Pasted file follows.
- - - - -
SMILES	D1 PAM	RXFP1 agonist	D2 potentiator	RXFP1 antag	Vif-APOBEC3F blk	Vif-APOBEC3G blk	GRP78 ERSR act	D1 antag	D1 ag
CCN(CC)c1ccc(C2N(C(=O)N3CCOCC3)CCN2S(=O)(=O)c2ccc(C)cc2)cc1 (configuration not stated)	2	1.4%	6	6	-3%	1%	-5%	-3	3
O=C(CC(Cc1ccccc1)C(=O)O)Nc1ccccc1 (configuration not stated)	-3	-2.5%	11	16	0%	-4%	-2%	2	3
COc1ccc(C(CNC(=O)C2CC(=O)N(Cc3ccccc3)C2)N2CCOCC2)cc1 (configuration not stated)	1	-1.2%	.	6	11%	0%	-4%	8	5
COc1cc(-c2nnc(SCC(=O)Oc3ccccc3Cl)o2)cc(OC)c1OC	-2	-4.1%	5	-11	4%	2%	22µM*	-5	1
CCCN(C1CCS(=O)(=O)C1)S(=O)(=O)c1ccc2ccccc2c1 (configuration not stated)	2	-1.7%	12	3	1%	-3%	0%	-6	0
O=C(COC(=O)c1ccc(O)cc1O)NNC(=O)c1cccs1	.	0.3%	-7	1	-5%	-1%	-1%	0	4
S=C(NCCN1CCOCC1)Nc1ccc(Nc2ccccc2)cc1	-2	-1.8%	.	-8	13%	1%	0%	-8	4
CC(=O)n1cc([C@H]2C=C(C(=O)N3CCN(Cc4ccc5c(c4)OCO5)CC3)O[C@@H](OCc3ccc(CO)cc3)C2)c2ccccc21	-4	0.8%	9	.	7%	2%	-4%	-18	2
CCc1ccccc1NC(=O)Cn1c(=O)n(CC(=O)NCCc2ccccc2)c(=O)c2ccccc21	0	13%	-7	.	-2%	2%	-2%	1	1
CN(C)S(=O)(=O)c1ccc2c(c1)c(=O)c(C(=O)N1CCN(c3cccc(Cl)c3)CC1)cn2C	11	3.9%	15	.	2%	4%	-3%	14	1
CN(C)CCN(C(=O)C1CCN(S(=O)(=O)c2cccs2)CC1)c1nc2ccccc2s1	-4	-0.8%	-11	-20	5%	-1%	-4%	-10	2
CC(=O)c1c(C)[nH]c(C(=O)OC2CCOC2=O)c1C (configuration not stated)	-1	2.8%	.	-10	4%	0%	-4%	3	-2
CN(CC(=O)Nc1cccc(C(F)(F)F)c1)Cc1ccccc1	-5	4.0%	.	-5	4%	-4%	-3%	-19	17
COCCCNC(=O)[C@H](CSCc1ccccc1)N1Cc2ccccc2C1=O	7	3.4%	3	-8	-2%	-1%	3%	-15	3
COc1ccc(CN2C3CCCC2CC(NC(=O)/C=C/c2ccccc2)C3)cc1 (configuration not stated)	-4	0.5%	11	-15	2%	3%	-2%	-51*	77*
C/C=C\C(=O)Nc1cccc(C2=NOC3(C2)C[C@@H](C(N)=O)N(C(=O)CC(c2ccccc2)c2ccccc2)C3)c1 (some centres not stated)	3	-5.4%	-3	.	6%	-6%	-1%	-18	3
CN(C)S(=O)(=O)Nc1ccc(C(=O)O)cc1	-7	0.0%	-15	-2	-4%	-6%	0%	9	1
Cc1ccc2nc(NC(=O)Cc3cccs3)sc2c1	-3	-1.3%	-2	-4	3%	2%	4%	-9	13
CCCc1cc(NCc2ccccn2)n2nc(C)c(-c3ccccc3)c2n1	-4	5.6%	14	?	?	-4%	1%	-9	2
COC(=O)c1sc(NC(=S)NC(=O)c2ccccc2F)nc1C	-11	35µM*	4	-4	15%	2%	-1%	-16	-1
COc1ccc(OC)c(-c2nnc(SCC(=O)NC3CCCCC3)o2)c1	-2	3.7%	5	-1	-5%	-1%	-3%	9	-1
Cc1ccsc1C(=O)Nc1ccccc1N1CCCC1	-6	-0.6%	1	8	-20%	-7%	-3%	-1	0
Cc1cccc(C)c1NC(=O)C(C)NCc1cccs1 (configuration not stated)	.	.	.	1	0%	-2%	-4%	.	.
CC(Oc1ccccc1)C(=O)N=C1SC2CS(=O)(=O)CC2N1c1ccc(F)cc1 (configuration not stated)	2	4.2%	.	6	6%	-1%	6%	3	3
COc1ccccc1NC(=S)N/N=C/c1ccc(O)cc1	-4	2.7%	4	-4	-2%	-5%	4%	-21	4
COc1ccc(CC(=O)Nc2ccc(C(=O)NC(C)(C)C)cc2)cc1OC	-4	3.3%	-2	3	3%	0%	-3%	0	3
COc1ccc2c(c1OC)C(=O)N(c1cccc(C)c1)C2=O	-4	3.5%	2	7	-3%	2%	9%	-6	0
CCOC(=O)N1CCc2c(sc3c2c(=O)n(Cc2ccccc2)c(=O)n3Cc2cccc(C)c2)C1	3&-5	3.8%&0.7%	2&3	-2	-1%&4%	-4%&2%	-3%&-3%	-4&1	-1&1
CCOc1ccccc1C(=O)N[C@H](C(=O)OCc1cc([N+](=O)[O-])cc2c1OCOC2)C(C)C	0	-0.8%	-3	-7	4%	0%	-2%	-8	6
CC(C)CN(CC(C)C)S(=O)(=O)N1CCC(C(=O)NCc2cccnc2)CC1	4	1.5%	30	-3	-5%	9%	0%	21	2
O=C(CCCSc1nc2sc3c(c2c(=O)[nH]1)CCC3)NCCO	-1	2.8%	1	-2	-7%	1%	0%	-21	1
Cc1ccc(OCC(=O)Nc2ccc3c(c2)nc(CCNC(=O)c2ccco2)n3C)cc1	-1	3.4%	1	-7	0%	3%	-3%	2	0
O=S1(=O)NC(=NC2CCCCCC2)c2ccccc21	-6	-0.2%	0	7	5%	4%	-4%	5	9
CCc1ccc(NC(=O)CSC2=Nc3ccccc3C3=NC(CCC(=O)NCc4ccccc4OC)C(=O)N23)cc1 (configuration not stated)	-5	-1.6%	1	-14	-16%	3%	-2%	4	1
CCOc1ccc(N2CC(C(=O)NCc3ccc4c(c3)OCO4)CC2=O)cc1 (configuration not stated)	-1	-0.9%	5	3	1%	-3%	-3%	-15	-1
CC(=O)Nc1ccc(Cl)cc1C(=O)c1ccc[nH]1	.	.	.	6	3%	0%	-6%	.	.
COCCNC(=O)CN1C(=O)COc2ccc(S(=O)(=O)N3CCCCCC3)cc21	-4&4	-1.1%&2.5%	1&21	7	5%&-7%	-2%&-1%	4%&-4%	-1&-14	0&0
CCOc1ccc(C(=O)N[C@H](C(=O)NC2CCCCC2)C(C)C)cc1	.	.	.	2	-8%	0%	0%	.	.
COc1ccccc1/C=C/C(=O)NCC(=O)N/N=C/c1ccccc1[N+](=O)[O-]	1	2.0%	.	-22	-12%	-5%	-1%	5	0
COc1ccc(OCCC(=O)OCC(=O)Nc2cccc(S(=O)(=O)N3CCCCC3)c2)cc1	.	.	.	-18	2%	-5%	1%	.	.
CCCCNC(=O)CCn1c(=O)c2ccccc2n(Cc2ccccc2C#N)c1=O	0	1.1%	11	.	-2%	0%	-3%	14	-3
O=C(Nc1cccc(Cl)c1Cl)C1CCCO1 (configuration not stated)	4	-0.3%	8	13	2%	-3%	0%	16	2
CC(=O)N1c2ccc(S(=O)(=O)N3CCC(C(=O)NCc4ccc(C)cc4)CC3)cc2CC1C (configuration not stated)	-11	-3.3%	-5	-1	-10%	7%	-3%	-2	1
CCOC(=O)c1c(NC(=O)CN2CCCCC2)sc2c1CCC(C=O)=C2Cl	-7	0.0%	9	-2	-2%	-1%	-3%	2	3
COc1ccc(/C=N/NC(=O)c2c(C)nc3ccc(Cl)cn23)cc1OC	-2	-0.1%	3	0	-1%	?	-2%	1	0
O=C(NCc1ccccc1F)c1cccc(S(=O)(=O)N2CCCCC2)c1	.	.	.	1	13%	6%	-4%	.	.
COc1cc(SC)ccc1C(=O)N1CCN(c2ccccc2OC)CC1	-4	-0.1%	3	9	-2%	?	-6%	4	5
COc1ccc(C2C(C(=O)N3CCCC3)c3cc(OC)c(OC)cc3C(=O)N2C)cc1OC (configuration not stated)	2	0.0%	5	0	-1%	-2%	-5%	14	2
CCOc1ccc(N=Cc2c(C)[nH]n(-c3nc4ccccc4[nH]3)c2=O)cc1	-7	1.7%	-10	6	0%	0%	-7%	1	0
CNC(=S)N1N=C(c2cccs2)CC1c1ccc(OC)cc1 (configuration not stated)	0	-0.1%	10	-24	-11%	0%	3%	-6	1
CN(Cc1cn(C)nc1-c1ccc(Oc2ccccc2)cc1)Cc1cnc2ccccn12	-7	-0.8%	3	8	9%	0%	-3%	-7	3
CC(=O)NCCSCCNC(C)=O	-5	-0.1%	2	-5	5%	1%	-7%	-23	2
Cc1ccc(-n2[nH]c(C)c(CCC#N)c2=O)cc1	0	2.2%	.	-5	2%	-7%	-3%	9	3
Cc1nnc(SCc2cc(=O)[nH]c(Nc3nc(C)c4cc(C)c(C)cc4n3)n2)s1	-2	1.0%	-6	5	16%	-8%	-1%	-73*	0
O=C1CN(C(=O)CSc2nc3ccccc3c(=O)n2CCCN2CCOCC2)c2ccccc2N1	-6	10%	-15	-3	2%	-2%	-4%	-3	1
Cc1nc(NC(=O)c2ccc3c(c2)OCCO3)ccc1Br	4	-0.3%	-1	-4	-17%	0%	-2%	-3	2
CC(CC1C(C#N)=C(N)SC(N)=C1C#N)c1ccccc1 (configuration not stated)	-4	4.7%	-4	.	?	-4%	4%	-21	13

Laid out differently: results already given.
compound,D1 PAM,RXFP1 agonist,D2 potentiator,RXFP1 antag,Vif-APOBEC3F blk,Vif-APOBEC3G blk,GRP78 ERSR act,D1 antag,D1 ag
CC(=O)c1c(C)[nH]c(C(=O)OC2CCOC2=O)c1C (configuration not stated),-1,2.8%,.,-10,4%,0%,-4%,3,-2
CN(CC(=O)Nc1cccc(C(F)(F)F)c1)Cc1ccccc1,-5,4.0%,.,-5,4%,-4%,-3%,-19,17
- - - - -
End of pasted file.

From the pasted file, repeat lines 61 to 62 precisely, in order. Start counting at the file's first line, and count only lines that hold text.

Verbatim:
CC(=O)c1c(C)[nH]c(C(=O)OC2CCOC2=O)c1C (configuration not stated),-1,2.8%,.,-10,4%,0%,-4%,3,-2
CN(CC(=O)Nc1cccc(C(F)(F)F)c1)Cc1ccccc1,-5,4.0%,.,-5,4%,-4%,-3%,-19,17